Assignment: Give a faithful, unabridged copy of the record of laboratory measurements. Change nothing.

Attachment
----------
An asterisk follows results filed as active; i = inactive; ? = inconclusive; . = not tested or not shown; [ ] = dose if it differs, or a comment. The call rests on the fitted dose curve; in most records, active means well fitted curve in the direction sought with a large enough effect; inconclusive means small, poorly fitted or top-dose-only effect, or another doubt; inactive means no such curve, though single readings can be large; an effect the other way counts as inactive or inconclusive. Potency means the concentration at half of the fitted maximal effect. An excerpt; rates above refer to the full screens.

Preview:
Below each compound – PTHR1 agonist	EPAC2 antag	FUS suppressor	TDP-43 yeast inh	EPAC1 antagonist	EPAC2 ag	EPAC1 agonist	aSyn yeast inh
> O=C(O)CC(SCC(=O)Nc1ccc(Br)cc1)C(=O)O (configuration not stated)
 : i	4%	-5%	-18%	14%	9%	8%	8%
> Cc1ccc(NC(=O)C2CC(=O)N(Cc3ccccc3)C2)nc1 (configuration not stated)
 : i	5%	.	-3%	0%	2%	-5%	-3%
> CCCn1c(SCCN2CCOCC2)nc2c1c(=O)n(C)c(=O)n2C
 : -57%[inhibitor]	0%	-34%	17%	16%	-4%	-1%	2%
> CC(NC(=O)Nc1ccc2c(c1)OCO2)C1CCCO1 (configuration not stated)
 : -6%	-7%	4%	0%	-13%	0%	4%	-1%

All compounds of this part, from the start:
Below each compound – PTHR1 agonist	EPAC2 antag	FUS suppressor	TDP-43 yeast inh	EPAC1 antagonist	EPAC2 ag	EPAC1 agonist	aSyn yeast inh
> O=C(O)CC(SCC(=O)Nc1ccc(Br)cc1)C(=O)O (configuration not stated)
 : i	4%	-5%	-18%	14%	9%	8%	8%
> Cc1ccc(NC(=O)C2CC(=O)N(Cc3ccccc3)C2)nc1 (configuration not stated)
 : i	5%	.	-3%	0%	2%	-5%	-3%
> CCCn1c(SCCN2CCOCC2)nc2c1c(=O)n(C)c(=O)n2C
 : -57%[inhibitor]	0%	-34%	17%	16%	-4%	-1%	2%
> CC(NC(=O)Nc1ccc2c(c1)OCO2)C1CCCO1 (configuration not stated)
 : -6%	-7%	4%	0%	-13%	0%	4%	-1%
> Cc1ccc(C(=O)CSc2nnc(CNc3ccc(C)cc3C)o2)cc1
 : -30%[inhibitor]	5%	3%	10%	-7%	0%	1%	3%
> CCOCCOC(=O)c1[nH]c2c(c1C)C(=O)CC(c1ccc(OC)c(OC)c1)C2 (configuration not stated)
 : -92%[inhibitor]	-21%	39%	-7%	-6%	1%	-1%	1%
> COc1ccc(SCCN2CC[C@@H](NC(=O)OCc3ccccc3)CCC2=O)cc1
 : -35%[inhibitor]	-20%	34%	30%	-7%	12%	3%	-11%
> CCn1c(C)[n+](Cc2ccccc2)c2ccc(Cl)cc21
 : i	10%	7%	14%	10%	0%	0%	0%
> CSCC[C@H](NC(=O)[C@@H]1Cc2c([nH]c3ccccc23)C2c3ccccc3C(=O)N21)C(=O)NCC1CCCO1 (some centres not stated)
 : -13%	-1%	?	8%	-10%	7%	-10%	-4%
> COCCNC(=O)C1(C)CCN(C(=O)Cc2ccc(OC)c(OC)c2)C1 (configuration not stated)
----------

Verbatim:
An asterisk follows results filed as active; i = inactive; ? = inconclusive; . = not tested or not shown; [ ] = dose if it differs, or a comment. The call rests on the fitted dose curve; in most records, active means well fitted curve in the direction sought with a large enough effect; inconclusive means small, poorly fitted or top-dose-only effect, or another doubt; inactive means no such curve, though single readings can be large; an effect the other way counts as inactive or inconclusive. Potency means the concentration at half of the fitted maximal effect. An excerpt; rates above refer to the full screens.

Preview:
Below each compound – PTHR1 agonist	EPAC2 antag	FUS suppressor	TDP-43 yeast inh	EPAC1 antagonist	EPAC2 ag	EPAC1 agonist	aSyn yeast inh
> O=C(O)CC(SCC(=O)Nc1ccc(Br)cc1)C(=O)O (configuration not stated)
 : i	4%	-5%	-18%	14%	9%	8%	8%
> Cc1ccc(NC(=O)C2CC(=O)N(Cc3ccccc3)C2)nc1 (configuration not stated)
 : i	5%	.	-3%	0%	2%	-5%	-3%
> CCCn1c(SCCN2CCOCC2)nc2c1c(=O)n(C)c(=O)n2C
 : -57%[inhibitor]	0%	-34%	17%	16%	-4%	-1%	2%
> CC(NC(=O)Nc1ccc2c(c1)OCO2)C1CCCO1 (configuration not stated)
 : -6%	-7%	4%	0%	-13%	0%	4%	-1%

All compounds of this part, from the start:
Below each compound – PTHR1 agonist	EPAC2 antag	FUS suppressor	TDP-43 yeast inh	EPAC1 antagonist	EPAC2 ag	EPAC1 agonist	aSyn yeast inh
> O=C(O)CC(SCC(=O)Nc1ccc(Br)cc1)C(=O)O (configuration not stated)
 : i	4%	-5%	-18%	14%	9%	8%	8%
> Cc1ccc(NC(=O)C2CC(=O)N(Cc3ccccc3)C2)nc1 (configuration not stated)
 : i	5%	.	-3%	0%	2%	-5%	-3%
> CCCn1c(SCCN2CCOCC2)nc2c1c(=O)n(C)c(=O)n2C
 : -57%[inhibitor]	0%	-34%	17%	16%	-4%	-1%	2%
> CC(NC(=O)Nc1ccc2c(c1)OCO2)C1CCCO1 (configuration not stated)
 : -6%	-7%	4%	0%	-13%	0%	4%	-1%
> Cc1ccc(C(=O)CSc2nnc(CNc3ccc(C)cc3C)o2)cc1
 : -30%[inhibitor]	5%	3%	10%	-7%	0%	1%	3%
> CCOCCOC(=O)c1[nH]c2c(c1C)C(=O)CC(c1ccc(OC)c(OC)c1)C2 (configuration not stated)
 : -92%[inhibitor]	-21%	39%	-7%	-6%	1%	-1%	1%
> COc1ccc(SCCN2CC[C@@H](NC(=O)OCc3ccccc3)CCC2=O)cc1
 : -35%[inhibitor]	-20%	34%	30%	-7%	12%	3%	-11%
> CCn1c(C)[n+](Cc2ccccc2)c2ccc(Cl)cc21
 : i	10%	7%	14%	10%	0%	0%	0%
> CSCC[C@H](NC(=O)[C@@H]1Cc2c([nH]c3ccccc23)C2c3ccccc3C(=O)N21)C(=O)NCC1CCCO1 (some centres not stated)
 : -13%	-1%	?	8%	-10%	7%	-10%	-4%
> COCCNC(=O)C1(C)CCN(C(=O)Cc2ccc(OC)c(OC)c2)C1 (configuration not stated)